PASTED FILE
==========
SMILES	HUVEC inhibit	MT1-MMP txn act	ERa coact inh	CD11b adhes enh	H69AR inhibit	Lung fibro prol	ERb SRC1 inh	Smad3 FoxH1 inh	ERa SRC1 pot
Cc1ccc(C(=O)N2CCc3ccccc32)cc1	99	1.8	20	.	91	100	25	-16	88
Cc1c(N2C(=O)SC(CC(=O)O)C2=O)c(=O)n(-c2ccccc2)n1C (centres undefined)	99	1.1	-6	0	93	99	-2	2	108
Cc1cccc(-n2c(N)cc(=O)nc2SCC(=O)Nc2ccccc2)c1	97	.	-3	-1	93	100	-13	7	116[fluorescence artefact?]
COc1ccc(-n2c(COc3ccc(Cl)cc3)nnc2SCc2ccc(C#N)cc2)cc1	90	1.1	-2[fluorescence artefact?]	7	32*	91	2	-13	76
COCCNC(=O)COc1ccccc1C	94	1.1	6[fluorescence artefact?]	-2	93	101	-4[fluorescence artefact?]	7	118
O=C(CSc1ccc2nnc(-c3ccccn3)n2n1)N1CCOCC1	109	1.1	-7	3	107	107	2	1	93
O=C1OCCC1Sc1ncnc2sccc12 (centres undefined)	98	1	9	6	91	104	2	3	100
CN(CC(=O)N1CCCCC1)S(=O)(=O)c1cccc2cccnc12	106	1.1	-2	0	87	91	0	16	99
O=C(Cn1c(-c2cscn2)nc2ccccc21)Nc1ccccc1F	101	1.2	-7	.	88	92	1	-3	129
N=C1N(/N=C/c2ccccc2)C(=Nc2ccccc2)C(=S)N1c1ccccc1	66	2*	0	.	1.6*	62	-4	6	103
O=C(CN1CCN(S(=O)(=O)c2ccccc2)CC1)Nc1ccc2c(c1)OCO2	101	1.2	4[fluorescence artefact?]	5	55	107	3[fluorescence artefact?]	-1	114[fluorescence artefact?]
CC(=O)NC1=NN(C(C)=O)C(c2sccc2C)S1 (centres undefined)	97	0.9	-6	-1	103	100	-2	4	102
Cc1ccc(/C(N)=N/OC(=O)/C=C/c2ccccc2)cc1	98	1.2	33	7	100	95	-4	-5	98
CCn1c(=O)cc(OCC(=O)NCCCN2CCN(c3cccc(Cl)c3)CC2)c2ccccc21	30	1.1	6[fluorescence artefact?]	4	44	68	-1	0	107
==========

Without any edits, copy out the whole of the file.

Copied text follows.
SMILES	HUVEC inhibit	MT1-MMP txn act	ERa coact inh	CD11b adhes enh	H69AR inhibit	Lung fibro prol	ERb SRC1 inh	Smad3 FoxH1 inh	ERa SRC1 pot
Cc1ccc(C(=O)N2CCc3ccccc32)cc1	99	1.8	20	.	91	100	25	-16	88
Cc1c(N2C(=O)SC(CC(=O)O)C2=O)c(=O)n(-c2ccccc2)n1C (centres undefined)	99	1.1	-6	0	93	99	-2	2	108
Cc1cccc(-n2c(N)cc(=O)nc2SCC(=O)Nc2ccccc2)c1	97	.	-3	-1	93	100	-13	7	116[fluorescence artefact?]
COc1ccc(-n2c(COc3ccc(Cl)cc3)nnc2SCc2ccc(C#N)cc2)cc1	90	1.1	-2[fluorescence artefact?]	7	32*	91	2	-13	76
COCCNC(=O)COc1ccccc1C	94	1.1	6[fluorescence artefact?]	-2	93	101	-4[fluorescence artefact?]	7	118
O=C(CSc1ccc2nnc(-c3ccccn3)n2n1)N1CCOCC1	109	1.1	-7	3	107	107	2	1	93
O=C1OCCC1Sc1ncnc2sccc12 (centres undefined)	98	1	9	6	91	104	2	3	100
CN(CC(=O)N1CCCCC1)S(=O)(=O)c1cccc2cccnc12	106	1.1	-2	0	87	91	0	16	99
O=C(Cn1c(-c2cscn2)nc2ccccc21)Nc1ccccc1F	101	1.2	-7	.	88	92	1	-3	129
N=C1N(/N=C/c2ccccc2)C(=Nc2ccccc2)C(=S)N1c1ccccc1	66	2*	0	.	1.6*	62	-4	6	103
O=C(CN1CCN(S(=O)(=O)c2ccccc2)CC1)Nc1ccc2c(c1)OCO2	101	1.2	4[fluorescence artefact?]	5	55	107	3[fluorescence artefact?]	-1	114[fluorescence artefact?]
CC(=O)NC1=NN(C(C)=O)C(c2sccc2C)S1 (centres undefined)	97	0.9	-6	-1	103	100	-2	4	102
Cc1ccc(/C(N)=N/OC(=O)/C=C/c2ccccc2)cc1	98	1.2	33	7	100	95	-4	-5	98
CCn1c(=O)cc(OCC(=O)NCCCN2CCN(c3cccc(Cl)c3)CC2)c2ccccc21	30	1.1	6[fluorescence artefact?]	4	44	68	-1	0	107